2528 ft2232_vid_pid 0x0403 0xbdc8
2529 @end example
2530 @end deffn
2532 @deffn {Interface Driver} {remote_bitbang}
2533 Drive JTAG from a remote process. This sets up a UNIX or TCP socket connection
2534 with a remote process and sends ASCII encoded bitbang requests to that process
2535 instead of directly driving JTAG.
2537 The remote_bitbang driver is useful for debugging software running on
2538 processors which are being simulated.
2540 @deffn {Config Command} {remote_bitbang_port} number
2541 Specifies the TCP port of the remote process to connect to or 0 to use UNIX
2542 sockets instead of TCP.
2543 @end deffn
2545 @deffn {Config Command} {remote_bitbang_host} hostname
2546 Specifies the hostname of the remote process to connect to using TCP, or the
2547 name of the UNIX socket to use if remote_bitbang_port is 0.
2548 @end deffn
2550 For example, to connect remotely via TCP to the host foobar you might have
2551 something like:
2553 @example
2554 interface remote_bitbang
2555 remote_bitbang_port 3335
2556 remote_bitbang_host foobar
2557 @end example
2559 To connect to another process running locally via UNIX sockets with socket
2560 named mysocket:
2562 @example
2563 interface remote_bitbang
2564 remote_bitbang_port 0
2565 remote_bitbang_host mysocket
2566 @end example
2567 @end deffn
2569 @deffn {Interface Driver} {usb_blaster}
2570 USB JTAG/USB-Blaster compatibles over one of the userspace libraries
2571 for FTDI chips. These interfaces have several commands, used to
2572 configure the driver before initializing the JTAG scan chain:
2574 @deffn {Config Command} {usb_blaster_device_desc} description
2575 Provides the USB device description (the @emph{iProduct string})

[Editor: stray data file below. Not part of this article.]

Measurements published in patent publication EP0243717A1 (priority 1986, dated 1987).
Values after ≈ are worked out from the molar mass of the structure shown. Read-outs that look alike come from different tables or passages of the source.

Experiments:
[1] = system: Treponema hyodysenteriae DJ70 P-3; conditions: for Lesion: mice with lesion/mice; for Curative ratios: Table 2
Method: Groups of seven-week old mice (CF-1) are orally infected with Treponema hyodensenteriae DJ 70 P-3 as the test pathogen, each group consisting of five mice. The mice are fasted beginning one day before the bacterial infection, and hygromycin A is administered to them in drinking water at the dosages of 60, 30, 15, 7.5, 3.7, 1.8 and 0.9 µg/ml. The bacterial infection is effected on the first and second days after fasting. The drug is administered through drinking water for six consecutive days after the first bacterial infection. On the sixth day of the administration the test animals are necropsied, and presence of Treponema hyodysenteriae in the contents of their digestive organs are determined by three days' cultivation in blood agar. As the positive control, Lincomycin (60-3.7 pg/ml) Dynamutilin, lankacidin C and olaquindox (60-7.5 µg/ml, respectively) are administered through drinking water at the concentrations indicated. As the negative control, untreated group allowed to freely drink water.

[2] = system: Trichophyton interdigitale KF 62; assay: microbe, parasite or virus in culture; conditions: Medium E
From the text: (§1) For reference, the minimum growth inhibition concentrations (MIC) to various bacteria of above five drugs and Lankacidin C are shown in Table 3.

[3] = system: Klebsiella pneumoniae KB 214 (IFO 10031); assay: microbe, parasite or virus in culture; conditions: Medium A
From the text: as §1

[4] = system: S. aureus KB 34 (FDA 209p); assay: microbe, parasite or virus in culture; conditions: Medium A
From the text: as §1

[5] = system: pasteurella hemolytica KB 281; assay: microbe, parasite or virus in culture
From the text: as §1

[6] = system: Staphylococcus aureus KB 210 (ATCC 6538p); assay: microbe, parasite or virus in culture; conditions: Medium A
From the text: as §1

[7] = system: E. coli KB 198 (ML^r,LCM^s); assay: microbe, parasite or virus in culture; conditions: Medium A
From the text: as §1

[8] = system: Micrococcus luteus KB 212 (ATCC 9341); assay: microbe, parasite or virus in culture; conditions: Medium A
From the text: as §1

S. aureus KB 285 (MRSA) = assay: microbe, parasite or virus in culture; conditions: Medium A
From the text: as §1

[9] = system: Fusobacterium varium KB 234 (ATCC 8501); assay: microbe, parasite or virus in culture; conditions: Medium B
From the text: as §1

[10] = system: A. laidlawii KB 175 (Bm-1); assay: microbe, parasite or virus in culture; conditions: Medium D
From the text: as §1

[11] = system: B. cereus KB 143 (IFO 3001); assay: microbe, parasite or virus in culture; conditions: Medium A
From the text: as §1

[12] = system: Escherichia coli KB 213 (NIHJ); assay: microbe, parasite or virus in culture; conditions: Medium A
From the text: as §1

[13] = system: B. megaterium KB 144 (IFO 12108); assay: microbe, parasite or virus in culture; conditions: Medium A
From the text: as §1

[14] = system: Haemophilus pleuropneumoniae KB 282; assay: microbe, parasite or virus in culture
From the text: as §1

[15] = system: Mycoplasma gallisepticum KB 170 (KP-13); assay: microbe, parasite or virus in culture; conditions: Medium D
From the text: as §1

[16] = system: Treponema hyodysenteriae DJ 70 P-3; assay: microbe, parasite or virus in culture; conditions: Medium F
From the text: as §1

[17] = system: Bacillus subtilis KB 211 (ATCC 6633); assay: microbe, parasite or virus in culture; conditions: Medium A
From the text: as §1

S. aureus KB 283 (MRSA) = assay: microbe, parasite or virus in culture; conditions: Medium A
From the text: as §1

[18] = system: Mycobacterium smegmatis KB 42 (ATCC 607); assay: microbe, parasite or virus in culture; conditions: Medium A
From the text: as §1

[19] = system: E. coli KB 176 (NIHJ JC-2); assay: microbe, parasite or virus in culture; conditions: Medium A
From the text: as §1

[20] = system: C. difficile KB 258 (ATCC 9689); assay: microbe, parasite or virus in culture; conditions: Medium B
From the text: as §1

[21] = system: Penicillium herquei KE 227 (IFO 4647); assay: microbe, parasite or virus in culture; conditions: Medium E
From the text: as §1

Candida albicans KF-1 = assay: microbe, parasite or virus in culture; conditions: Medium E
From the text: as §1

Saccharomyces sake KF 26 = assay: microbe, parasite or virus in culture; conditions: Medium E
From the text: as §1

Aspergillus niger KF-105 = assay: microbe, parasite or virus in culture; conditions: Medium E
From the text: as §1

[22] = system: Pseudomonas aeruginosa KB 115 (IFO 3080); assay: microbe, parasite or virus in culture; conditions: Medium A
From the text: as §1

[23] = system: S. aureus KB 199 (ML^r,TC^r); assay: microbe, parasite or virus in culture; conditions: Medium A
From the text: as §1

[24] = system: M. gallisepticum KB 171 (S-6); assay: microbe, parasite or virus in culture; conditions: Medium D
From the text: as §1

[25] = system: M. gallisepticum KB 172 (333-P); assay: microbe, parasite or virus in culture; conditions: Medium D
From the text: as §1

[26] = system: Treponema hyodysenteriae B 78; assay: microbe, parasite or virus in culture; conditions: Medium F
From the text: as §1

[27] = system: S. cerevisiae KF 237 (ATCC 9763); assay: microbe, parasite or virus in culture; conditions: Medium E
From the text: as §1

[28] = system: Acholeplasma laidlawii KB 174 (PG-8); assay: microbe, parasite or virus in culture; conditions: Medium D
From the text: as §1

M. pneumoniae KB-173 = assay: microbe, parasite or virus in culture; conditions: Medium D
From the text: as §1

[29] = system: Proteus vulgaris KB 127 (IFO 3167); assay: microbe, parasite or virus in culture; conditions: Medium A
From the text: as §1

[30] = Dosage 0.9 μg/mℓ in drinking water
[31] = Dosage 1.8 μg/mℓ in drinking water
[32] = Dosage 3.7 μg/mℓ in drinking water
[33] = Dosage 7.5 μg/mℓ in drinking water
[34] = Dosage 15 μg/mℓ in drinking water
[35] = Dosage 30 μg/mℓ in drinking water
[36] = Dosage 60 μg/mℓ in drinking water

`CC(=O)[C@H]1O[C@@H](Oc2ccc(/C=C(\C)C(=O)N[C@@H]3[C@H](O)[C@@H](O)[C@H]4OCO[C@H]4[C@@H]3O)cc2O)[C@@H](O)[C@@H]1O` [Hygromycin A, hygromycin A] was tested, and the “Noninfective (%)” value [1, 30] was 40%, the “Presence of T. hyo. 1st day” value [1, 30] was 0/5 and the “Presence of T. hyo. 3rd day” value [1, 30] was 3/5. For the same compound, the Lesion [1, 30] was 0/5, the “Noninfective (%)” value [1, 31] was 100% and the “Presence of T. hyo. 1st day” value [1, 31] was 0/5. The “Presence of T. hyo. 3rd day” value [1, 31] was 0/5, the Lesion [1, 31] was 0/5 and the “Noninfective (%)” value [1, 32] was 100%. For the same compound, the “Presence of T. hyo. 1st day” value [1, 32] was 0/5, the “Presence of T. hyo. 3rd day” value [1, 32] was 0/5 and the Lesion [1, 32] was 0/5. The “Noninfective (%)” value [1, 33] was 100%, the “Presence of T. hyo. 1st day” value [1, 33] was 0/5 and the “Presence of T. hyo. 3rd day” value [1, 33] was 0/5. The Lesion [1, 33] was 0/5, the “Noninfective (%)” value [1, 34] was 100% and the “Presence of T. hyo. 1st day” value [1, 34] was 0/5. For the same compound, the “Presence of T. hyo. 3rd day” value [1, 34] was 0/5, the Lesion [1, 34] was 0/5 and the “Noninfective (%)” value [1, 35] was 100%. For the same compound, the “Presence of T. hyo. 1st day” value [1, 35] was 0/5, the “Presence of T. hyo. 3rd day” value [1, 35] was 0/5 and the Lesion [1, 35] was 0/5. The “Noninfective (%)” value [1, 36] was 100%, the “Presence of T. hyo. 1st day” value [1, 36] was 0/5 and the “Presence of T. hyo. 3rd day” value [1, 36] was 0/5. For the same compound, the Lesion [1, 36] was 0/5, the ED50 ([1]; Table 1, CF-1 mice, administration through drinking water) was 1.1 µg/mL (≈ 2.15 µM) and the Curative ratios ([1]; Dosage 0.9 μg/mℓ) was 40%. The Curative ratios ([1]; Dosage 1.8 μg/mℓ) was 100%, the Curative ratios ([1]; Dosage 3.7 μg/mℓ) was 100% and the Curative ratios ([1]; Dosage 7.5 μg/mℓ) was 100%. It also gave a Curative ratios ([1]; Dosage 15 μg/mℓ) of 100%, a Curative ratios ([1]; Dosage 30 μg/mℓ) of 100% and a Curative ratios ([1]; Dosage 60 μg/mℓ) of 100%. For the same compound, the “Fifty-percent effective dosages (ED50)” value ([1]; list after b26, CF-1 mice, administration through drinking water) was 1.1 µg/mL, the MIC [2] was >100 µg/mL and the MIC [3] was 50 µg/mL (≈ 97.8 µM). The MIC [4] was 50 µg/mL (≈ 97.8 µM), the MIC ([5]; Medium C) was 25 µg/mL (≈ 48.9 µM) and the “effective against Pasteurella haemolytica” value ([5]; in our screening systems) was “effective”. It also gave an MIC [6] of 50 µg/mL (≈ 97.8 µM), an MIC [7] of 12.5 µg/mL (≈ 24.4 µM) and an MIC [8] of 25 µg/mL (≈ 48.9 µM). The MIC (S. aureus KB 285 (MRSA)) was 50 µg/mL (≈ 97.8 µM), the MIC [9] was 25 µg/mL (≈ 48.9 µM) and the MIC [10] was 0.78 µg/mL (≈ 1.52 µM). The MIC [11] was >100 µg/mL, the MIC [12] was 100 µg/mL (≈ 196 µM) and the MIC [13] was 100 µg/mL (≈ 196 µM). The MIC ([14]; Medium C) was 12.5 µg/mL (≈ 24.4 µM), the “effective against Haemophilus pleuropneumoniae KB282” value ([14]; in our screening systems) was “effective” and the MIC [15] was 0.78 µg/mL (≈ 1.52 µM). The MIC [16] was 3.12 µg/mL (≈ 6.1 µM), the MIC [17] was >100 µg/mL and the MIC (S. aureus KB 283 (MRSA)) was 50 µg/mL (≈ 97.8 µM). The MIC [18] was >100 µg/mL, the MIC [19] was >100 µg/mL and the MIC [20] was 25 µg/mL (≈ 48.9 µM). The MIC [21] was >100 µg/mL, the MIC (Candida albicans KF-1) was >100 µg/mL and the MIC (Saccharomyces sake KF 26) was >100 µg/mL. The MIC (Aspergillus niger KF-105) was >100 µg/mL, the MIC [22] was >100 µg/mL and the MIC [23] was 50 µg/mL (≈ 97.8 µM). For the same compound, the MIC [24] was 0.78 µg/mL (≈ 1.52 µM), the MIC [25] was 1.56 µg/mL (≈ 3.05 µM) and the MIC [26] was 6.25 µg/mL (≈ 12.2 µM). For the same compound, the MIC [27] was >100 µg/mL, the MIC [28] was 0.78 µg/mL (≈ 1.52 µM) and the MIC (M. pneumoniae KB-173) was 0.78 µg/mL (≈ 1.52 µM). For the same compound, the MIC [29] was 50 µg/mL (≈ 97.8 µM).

2576 of the FTDI FT245 device. If not
2577 specified, the FTDI default value is used. This setting is only valid
2578 if compiled with FTD2XX support.
2579 @end deffn
2581 @deffn {Config Command} {usb_blaster_vid_pid} vid pid
2582 The vendor ID and product ID of the FTDI FT245 device. If not specified,
2583 default values are used.
2584 Currently, only one @var{vid}, @var{pid} pair may be given, e.g. for
2585 Altera USB-Blaster (default):
2586 @example
2587 usb_blaster_vid_pid 0x09FB 0x6001
2588 @end example
2589 The following VID/PID is for Kolja Waschk's USB JTAG:
2590 @example
2591 usb_blaster_vid_pid 0x16C0 0x06AD
2592 @end example
2593 @end deffn
2595 @deffn {Command} {usb_blaster} (@option{pin6}|@option{pin8}) (@option{0}|@option{1})
2596 Sets the state of the unused GPIO pins on USB-Blasters (pins 6 and 8 on the
2597 female JTAG header). These pins can be used as SRST and/or TRST provided the
2598 appropriate connections are made on the target board.
2600 For example, to use pin 6 as SRST (as with an AVR board):
2601 @example
2602 $_TARGETNAME configure -event reset-assert \
2603 "usb_blaster pin6 1; wait 1; usb_blaster pin6 0"
2604 @end example
2605 @end deffn
2607 @end deffn
2609 @deffn {Interface Driver} {gw16012}
2610 Gateworks GW16012 JTAG programmer.
2611 This has one driver-specific command:
2613 @deffn {Config Command} {parport_port} [port_number]
2614 Display either the address of the I/O port
2615 (default: 0x378 for LPT1) or the number of the @file{/dev/parport} device.
2616 If a parameter is provided, first switch to use that port.
2617 This is a write-once setting.
2618 @end deffn
2619 @end deffn
2621 @deffn {Interface Driver} {jlink}
2622 Segger J-Link family of USB adapters. It currently supports only the JTAG transport.
2624 @quotation Compatibility Note
2625 Segger released many firmware versions for the many harware versions they
2626 produced. OpenOCD was extensively tested and intended to run on all of them,
2627 but some combinations were reported as incompatible. As a general
2628 recommendation, it is advisable to use the latest firmware version
2629 available for each hardware version. However the current V8 is a moving
2630 target, and Segger firmware versions released after the OpenOCD was
2631 released may not be compatible. In such cases it is recommended to
2632 revert to the last known functional version. For 0.5.0, this is from
2633 "Feb 8 2012 14:30:39", packed with 4.42c. For 0.6.0, the last known
2634 version is from "May 3 2012 18:36:22", packed with 4.46f.
2635 @end quotation
2637 @deffn {Command} {jlink caps}
2638 Display the device firmware capabilities.
2639 @end deffn
2640 @deffn {Command} {jlink info}
2641 Display various device information, like hardware version, firmware version, current bus status.
2642 @end deffn
2643 @deffn {Command} {jlink hw_jtag} [@option{2}|@option{3}]